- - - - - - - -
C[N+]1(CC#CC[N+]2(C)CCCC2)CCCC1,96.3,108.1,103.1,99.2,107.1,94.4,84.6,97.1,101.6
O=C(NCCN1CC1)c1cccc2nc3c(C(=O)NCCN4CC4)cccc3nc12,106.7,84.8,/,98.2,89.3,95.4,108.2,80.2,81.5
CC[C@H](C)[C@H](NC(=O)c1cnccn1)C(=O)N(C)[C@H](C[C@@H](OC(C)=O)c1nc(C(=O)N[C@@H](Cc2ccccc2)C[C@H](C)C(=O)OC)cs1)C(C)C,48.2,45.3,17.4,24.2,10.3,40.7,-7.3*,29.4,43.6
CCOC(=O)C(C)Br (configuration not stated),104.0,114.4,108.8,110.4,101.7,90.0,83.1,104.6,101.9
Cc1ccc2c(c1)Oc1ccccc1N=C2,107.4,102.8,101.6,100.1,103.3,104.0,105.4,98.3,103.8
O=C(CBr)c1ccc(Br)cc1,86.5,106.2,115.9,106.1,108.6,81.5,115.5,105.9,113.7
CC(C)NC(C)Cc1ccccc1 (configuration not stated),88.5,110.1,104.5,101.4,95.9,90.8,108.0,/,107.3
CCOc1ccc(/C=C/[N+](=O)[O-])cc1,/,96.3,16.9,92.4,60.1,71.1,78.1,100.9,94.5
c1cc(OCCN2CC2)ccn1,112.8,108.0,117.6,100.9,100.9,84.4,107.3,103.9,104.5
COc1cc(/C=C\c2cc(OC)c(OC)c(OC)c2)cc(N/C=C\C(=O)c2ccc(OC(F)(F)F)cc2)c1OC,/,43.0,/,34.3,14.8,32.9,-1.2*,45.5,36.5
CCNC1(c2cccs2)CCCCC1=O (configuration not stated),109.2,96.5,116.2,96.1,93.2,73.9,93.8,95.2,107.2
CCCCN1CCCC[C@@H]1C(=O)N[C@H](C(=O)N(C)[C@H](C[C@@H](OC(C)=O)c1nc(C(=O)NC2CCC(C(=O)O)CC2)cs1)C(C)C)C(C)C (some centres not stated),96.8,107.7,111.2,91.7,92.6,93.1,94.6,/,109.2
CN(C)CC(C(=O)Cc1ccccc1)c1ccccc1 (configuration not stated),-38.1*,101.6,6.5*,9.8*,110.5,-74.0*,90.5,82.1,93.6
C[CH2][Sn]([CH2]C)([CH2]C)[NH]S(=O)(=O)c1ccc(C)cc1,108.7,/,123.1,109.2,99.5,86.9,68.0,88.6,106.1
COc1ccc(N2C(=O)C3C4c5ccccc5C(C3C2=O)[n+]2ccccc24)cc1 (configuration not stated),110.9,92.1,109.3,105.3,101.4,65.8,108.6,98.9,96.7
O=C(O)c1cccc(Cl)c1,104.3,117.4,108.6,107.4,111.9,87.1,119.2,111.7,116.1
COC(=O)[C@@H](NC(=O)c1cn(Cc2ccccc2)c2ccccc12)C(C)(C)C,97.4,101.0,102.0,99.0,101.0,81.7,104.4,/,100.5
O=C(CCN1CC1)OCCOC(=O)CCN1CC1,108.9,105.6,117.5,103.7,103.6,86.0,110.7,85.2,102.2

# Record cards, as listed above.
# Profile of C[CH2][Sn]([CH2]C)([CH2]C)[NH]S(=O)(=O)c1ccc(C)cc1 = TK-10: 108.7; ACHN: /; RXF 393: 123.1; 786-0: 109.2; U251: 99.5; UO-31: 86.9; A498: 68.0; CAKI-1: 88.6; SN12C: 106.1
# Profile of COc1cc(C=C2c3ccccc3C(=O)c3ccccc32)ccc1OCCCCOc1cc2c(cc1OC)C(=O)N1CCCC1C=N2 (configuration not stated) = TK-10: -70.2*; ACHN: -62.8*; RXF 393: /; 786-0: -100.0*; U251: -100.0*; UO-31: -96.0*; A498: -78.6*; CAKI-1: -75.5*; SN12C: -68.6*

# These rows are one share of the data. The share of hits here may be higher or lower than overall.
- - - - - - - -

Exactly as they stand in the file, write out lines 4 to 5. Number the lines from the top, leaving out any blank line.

CCOC(=O)C(C)Br (configuration not stated),104.0,114.4,108.8,110.4,101.7,90.0,83.1,104.6,101.9
Cc1ccc2c(c1)Oc1ccccc1N=C2,107.4,102.8,101.6,100.1,103.3,104.0,105.4,98.3,103.8